Main Body

Description of ARCs Model

Section Highlights

  • ARCS Model originally developed based on John Keller’s experiences teaching in K-12
  • The original model had 4 parts (Attention, Relevance, Confidence, and Satisfaction)
  • Keller wanted a model of motivation that could be applied during the instructional design phase of course development

 Historical Origins

The first published account of the theorizing that was involved in the development of John M. Keller’s ARCS model is contained in a 1979 publication entitled Motivation and Instructional Design: A Theoretical Perspective. At that early stage, Keller explains his working definition, “motivation is generally defined as that which accounts for the arousal, direction, and sustenance of behavior” (Keller, 1979, p. 29). The emergence of Keller’s model was heavily influenced by a research into a variety of underlying motivational constructs. The theoretical alignment of the original ARCS model is covered more in-depth in the theoretical alignment section. The ARCS model has an official website.

A 35 Year Timeline

Beginning in 1979 John Keller began to develop what he calls an aperspectival model of learner motivation (Keller, 2009).  The embedded timeline allows you to scroll through some of the major milestones in the continuous development of the model.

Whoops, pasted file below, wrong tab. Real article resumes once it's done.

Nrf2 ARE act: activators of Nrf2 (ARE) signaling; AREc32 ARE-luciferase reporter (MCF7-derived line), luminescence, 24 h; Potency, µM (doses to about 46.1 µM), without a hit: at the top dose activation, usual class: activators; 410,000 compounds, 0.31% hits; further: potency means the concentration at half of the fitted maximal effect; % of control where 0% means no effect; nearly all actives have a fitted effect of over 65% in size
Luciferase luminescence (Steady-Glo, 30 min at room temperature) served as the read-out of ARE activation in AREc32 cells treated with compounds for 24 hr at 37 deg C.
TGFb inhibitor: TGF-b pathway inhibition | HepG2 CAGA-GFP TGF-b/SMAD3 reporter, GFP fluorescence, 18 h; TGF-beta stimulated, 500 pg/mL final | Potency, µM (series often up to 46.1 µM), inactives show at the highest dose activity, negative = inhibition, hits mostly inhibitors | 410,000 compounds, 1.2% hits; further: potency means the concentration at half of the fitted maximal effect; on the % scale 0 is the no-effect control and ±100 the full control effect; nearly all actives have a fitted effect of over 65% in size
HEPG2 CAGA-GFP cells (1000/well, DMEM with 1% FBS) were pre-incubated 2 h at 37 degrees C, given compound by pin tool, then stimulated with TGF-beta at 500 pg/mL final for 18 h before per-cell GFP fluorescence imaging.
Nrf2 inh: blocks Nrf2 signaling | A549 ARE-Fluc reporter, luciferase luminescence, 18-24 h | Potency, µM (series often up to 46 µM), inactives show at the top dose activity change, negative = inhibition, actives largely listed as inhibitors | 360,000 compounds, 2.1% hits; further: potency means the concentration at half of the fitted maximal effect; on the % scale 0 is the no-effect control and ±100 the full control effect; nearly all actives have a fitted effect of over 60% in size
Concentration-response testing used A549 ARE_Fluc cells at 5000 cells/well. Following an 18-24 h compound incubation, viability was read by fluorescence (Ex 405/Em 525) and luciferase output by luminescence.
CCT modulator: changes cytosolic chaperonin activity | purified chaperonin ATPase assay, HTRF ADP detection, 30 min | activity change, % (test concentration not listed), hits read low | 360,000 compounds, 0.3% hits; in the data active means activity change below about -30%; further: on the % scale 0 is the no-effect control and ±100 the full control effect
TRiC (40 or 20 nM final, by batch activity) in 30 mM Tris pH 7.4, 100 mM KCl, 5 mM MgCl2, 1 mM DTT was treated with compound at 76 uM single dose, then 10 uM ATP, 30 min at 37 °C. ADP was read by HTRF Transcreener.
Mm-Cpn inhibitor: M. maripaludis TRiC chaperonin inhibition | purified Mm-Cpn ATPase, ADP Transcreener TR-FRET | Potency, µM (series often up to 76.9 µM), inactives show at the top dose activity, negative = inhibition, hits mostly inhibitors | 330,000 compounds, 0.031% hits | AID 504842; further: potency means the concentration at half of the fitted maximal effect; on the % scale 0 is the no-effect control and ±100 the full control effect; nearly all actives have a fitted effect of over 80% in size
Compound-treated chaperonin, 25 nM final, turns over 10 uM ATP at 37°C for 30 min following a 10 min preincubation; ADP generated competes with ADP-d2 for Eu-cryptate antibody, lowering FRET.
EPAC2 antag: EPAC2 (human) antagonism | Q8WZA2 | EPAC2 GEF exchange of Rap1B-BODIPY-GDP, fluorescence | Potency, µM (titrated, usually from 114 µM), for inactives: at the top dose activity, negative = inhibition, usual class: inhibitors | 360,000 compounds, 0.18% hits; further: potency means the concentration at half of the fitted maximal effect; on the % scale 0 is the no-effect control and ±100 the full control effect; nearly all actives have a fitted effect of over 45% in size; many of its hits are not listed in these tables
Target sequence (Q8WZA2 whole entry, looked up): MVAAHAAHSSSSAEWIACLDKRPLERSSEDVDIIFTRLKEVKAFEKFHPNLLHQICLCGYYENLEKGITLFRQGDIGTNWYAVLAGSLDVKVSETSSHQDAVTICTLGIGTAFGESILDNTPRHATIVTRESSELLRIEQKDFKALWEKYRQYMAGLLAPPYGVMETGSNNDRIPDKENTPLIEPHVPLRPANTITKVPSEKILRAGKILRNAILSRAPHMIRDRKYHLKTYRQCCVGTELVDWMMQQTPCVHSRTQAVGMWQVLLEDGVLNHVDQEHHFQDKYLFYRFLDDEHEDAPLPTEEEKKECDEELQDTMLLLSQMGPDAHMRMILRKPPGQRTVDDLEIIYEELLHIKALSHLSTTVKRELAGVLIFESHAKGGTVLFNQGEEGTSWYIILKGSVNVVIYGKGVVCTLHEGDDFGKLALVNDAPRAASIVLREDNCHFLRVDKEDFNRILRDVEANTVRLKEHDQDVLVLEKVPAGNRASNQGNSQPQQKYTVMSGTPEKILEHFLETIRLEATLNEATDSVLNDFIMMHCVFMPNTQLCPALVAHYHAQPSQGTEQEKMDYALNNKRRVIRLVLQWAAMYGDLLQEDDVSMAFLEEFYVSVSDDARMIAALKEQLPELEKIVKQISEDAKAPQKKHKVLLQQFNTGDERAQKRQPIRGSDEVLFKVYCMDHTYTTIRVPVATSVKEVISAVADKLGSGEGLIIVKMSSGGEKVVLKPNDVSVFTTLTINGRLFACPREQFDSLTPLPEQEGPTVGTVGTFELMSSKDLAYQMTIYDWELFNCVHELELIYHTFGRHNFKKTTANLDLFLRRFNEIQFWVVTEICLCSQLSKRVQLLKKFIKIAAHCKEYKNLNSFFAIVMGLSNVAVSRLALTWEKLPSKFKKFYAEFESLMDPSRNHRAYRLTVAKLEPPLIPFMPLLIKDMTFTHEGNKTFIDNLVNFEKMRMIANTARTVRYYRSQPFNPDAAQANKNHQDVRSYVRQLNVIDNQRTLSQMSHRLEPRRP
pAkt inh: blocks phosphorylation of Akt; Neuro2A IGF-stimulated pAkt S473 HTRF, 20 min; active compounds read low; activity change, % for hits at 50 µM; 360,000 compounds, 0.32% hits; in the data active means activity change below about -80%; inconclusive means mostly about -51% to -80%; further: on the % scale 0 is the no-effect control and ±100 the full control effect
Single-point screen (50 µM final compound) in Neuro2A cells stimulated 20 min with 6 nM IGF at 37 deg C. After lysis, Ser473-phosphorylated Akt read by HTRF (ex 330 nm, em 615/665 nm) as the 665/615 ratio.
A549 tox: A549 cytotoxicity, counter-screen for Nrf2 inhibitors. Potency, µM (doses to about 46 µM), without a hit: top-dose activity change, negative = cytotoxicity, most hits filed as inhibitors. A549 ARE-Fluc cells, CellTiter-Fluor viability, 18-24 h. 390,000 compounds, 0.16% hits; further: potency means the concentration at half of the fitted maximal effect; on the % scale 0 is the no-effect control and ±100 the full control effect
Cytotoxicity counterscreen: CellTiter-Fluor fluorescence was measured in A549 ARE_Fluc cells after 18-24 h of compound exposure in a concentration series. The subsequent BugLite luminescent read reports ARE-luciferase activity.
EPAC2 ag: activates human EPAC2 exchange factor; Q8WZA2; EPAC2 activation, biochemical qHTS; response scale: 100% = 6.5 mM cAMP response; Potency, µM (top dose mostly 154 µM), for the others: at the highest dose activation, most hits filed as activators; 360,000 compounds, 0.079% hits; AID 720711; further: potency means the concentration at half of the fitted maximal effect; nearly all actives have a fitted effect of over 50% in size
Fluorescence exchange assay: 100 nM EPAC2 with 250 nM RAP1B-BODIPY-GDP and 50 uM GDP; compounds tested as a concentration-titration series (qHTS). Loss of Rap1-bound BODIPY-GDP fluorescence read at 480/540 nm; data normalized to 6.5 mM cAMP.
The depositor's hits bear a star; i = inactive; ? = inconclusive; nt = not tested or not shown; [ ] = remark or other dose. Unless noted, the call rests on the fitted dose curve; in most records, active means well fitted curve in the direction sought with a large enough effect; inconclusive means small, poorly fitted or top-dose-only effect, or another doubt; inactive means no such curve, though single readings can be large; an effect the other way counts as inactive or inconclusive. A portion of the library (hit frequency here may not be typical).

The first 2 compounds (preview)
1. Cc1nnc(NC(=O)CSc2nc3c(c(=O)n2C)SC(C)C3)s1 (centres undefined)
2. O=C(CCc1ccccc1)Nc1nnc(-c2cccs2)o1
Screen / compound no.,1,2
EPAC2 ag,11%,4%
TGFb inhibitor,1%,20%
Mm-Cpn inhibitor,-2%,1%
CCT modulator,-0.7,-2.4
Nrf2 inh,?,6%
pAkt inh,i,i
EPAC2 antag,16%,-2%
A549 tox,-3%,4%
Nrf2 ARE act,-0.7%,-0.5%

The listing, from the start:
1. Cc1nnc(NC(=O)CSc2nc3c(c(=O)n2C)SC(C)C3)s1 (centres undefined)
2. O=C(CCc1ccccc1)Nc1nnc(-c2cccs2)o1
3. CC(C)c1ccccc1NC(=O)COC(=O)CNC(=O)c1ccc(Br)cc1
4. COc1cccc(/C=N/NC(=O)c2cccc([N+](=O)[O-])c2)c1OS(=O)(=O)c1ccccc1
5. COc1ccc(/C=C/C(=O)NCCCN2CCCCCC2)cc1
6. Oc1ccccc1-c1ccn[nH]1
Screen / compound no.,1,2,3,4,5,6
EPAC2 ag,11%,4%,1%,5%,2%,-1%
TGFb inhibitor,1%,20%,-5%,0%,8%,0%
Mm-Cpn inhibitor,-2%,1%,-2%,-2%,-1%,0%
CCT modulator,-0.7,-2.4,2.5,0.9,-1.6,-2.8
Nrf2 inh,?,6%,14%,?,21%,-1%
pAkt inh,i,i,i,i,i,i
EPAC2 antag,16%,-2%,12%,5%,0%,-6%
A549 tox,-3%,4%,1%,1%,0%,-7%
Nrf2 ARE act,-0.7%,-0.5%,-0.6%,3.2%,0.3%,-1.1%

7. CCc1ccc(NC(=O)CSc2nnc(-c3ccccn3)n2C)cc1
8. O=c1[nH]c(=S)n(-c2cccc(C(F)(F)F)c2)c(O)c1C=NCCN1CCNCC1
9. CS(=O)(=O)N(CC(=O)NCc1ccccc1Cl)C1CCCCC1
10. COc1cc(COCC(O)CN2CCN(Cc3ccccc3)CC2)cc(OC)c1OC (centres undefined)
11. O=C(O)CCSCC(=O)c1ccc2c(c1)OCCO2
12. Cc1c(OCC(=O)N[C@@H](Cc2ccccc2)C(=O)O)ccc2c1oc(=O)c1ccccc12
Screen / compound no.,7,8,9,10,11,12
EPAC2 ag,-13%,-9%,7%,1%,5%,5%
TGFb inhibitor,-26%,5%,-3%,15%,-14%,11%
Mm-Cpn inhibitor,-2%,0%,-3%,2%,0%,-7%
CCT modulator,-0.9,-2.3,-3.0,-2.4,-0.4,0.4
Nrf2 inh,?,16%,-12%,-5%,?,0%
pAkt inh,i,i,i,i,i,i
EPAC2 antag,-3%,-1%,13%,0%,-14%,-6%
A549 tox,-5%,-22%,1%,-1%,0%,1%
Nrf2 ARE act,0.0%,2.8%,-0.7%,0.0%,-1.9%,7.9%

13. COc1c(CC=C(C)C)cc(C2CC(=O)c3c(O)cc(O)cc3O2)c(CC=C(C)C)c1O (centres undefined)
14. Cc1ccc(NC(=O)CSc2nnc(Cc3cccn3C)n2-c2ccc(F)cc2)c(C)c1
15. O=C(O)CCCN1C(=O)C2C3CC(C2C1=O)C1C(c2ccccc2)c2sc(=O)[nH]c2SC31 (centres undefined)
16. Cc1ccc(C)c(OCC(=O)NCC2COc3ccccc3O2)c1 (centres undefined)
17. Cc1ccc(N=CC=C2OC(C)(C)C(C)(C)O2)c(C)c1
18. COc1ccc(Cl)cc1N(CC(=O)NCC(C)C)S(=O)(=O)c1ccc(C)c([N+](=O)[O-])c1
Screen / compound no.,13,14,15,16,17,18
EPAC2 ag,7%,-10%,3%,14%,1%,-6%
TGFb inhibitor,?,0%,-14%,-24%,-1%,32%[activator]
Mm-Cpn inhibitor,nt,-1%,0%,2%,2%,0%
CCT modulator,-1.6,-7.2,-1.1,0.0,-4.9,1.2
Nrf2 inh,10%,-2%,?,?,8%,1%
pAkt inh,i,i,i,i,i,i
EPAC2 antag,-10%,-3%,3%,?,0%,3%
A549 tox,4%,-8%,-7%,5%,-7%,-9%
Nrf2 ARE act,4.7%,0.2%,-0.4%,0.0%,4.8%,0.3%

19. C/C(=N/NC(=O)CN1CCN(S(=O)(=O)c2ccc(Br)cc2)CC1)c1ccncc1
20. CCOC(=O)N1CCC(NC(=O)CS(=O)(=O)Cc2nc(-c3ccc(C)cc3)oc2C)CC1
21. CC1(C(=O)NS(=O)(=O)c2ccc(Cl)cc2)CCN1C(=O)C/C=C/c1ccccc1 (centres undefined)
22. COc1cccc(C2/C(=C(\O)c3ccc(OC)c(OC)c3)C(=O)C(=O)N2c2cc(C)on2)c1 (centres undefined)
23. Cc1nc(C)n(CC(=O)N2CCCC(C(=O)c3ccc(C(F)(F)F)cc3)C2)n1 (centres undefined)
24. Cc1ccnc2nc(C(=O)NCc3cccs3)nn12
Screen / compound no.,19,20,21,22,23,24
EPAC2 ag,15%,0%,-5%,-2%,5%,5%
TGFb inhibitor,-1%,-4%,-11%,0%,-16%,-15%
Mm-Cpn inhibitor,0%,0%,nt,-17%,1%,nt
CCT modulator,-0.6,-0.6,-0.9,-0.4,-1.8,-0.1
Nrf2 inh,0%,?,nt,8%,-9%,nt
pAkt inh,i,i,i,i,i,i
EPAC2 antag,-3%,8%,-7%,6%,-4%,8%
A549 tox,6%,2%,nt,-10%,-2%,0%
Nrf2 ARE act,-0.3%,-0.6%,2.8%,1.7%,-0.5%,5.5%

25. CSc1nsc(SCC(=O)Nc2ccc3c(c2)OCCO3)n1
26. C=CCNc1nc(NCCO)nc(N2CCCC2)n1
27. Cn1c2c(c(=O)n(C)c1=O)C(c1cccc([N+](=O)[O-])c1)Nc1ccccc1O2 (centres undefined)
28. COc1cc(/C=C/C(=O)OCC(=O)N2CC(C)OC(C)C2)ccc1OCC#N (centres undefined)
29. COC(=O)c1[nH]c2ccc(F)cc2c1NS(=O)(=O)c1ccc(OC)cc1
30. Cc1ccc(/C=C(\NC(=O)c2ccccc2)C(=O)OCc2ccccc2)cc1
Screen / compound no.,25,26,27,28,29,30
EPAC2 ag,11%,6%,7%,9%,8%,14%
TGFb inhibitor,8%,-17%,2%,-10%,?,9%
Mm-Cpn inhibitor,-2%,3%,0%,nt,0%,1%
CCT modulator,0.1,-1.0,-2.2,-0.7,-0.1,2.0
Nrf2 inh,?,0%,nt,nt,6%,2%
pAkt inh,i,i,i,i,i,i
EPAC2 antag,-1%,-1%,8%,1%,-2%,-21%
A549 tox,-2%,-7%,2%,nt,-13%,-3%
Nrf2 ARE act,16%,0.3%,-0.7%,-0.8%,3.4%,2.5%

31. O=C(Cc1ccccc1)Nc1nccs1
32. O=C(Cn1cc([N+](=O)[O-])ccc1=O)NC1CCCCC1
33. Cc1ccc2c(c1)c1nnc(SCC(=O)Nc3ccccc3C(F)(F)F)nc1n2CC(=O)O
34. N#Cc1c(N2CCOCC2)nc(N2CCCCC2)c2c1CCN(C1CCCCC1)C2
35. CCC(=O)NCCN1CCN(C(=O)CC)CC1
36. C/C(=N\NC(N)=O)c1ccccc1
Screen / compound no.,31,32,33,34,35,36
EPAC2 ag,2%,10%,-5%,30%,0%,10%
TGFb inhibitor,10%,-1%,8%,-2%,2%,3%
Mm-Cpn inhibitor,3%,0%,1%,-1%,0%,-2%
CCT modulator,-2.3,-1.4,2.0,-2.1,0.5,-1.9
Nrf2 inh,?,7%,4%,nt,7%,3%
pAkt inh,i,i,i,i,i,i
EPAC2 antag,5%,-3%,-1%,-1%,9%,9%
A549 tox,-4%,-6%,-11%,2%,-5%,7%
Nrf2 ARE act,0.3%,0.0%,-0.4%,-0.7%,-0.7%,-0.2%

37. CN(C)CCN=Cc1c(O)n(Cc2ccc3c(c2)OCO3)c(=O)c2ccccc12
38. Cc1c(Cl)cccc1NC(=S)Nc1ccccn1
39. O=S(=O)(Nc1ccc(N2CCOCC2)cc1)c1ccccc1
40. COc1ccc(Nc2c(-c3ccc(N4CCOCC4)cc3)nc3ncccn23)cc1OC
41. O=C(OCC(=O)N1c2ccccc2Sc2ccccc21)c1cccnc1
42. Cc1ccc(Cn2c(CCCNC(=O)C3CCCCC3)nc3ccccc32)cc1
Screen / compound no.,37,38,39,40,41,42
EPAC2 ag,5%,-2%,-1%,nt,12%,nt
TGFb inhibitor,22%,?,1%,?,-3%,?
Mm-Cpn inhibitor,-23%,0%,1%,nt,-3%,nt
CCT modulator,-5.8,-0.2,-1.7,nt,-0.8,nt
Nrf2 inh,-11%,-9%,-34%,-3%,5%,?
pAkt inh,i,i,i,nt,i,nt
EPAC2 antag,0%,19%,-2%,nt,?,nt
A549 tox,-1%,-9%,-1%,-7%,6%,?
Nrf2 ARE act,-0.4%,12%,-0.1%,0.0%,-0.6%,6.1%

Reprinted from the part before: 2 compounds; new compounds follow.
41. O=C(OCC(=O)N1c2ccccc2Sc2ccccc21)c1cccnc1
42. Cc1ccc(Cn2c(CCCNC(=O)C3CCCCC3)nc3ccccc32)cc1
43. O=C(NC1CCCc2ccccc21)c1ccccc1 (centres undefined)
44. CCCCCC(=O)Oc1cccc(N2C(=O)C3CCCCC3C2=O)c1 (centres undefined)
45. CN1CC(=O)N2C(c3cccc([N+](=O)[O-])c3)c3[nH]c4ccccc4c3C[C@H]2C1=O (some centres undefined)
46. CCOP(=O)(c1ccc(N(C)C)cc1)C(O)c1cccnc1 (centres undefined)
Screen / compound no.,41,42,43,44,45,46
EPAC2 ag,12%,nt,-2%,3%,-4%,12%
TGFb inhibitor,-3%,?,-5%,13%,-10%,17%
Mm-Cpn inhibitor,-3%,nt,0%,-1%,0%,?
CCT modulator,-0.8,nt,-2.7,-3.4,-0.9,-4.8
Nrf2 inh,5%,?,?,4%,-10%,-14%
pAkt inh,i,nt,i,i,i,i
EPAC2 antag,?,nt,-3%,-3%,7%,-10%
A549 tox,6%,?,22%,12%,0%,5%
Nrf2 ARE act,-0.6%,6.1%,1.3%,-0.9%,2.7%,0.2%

Intrinsic and Extrinsic Motivation

Students who are extrinsically motivated are typically pursuing a task in anticipation of a reward while intrinsically motivated students tend to be more active participants, engaged in the learning process to address curiosity (Reynolds, 2017). Keller (2008) is clear that instructional design should be student-centered enough, that it does not attempt to apply extrinsic motivators to students who are already highly motivated.

Component Parts of the Original ARCS Model

By Nicoguaro [CC BY 4.0 (], from Wikimedia Commons

Links and Resource



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ARCS Motivation and Distance Learning by Leeann Waddington and Debra Dell is licensed under a Creative Commons Attribution-NonCommercial-ShareAlike 4.0 International License, except where otherwise noted.

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